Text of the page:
At prestigious private school Haldwell, student factions hold power. There are five, among them The Spades, run by Selah (Lovie Simone), the role of her faction is to provide the illicit substances on which the underground parties organised by another faction, covered up by yet another, are run. As a senior, Selah is moving on at the end of the year and there is no apparent successor to her position, until Paloma (Celeste O’Connor) arrives and is taken under her wing.
That summary is the very surface level of what Selah and the Spades is about. Writer/Director Tayarisha Poe’s debut feature is impressively original and jammed with ideas, but it also falls interestingly into an emerging subgenre, driven by female directors. These films, like Anna Rose Holmer’s The Fits, Mitzi Pierone’s Braid, Alice Waddington’s Paradise Hills and Jennifer Reeder’s stunning Knives + Skin (as yet unreleased in the UK) all approach stories of young women, often with an oblique coming of age angle, from a position that is, at best, reality-adjacent. Their worlds are off kilter; perhaps out of time, or driven by a stylisation that makes them feel out of sync with the world we recognise. That’s very much present in Selah and the Spades.
The film is most disorienting in its first act, which introduces us to the contained world of the school (where we barely see teachers or lessons) and of the factions. Conferences between the factions take place in formalised language across tables in a field, a cross between a board meeting and a battlefield negotiation, with agreements described as treaties and signed by each leader. This is just an introduction to the film’s politics.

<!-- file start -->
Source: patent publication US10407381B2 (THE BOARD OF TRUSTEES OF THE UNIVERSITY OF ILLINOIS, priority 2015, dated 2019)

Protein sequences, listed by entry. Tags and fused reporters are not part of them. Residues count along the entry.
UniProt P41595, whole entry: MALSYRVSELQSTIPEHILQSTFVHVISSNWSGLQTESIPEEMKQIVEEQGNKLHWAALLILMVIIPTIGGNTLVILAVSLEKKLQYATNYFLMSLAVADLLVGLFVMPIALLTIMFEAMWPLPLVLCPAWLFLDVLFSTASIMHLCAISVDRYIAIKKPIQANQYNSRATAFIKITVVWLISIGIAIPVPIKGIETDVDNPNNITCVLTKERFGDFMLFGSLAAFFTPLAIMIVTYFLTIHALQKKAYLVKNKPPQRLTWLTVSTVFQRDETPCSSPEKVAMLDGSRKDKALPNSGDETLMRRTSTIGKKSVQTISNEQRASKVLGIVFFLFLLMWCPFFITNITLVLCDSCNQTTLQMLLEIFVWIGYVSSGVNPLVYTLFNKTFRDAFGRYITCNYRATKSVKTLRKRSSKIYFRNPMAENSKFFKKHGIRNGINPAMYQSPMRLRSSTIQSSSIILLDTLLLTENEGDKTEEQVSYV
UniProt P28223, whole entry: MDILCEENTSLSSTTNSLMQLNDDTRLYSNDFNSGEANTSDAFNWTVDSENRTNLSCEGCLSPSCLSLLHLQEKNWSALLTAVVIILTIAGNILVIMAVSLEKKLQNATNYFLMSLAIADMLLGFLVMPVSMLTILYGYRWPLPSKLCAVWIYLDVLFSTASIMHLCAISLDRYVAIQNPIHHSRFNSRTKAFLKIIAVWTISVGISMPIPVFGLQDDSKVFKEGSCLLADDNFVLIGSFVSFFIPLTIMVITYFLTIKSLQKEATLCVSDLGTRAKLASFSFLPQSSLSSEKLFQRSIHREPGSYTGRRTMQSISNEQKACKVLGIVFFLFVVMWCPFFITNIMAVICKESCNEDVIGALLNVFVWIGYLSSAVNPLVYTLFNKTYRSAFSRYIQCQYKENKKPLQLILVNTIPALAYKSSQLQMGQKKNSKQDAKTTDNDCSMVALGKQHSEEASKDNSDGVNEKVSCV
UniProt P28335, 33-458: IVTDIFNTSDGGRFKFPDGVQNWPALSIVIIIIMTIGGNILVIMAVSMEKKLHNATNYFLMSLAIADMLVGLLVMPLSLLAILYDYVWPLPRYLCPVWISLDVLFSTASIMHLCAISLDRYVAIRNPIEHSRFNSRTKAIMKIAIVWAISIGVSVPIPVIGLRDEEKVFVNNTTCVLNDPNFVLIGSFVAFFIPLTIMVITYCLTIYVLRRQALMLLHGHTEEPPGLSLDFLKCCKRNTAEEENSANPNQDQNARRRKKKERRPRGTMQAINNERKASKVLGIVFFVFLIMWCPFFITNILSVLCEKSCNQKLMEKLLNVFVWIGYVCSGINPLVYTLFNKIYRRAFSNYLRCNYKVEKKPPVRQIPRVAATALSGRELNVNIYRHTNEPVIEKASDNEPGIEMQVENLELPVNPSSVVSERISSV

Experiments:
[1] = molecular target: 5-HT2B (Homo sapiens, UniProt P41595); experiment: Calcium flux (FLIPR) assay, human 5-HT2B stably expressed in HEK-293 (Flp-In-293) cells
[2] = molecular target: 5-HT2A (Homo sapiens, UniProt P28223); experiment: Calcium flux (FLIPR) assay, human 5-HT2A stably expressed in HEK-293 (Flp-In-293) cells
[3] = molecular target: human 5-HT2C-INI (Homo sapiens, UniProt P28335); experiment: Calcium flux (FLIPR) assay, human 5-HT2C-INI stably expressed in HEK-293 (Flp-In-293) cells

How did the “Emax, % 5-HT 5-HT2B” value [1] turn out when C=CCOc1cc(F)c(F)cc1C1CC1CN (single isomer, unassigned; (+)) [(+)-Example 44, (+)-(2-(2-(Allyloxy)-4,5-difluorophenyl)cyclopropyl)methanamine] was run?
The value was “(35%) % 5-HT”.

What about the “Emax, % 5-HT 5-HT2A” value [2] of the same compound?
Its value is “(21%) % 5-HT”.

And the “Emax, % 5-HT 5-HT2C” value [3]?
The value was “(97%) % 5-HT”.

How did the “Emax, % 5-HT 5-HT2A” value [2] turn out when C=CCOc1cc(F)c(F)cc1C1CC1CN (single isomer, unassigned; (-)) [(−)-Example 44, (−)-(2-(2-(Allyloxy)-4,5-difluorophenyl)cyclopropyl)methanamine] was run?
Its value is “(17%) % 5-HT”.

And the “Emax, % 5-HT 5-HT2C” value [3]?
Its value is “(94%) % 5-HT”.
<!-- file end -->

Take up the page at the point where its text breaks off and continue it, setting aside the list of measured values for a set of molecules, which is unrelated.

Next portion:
Though Poe is satirising the way teenagers negotiate high school and cliques can appear almost as rival companies; their stock rising and falling within the school, the politics extend far beyond the walls of Haldwell. Very early on, as Paloma takes pictures of the cheerleading squad she is the head of, Selah gives a speech—directed at the new girl but delivered down the barrel of the camera’s lens—about bodily autonomy and how her squad makes their own routines, and decides for themselves how short their skirts should be. This emphasis on taking ownership of your value (especially as a woman and, given the casting, particularly as a woman of colour) is extended when Paloma doesn’t charge Selah for the pictures and the older girl counsels “Value your time”. Another message that hits especially hard comes during an argument between Selah and Paloma when Selah says “The world is screwing us over and you really want to fight about my tone of voice?” That moment, perhaps more than any, hammers home that this is not entirely a film about high school.
Not all of the messages are as forcefully stated, but its effect remains powerful, whether it’s the early conversation that marks Selah as the first explicitly declared asexual protagonist I can remember seeing in a film or Selah assuring Paloma that “You’ll grow calluses”, after the new girl gets more involved in the seedier side of the Spades’ business. The latter is another moment heavy with implied meaning; those calluses are not only going to be on her hands.
From Selah’s point of view, everything is about control, and that’s where Tayarisha Poe’s direction is most felt. At the school, her camera is mostly still and its movement smooth and controlled, because that’s also what Selah is, but when control begins to slip from the character—initially whenever the presence of her mother is felt—it also slips from the camera, moving to a shaky handheld style, even when Selah is seated. Poe creates a compelling world that is at once familiar and strange; the structures and politics of it fairly commonplace, but the expression of them original and offbeat. If things move in a somewhat more generic direction by the third act, that’s not a big problem (and even provides one of the film’s biggest laughs as the usual formality of the field meetings devolves into a shouting match that resembles a school cafeteria)
I have only touched on a few of the characters and ideas in Selah and the Spades here. There’s a lot to unpack in this intelligent and highly promising first feature, but I’ll let you discover the rest yourselves.
Selah and the Spades will be streaming on Amazon Prime Video from Friday 17th of April.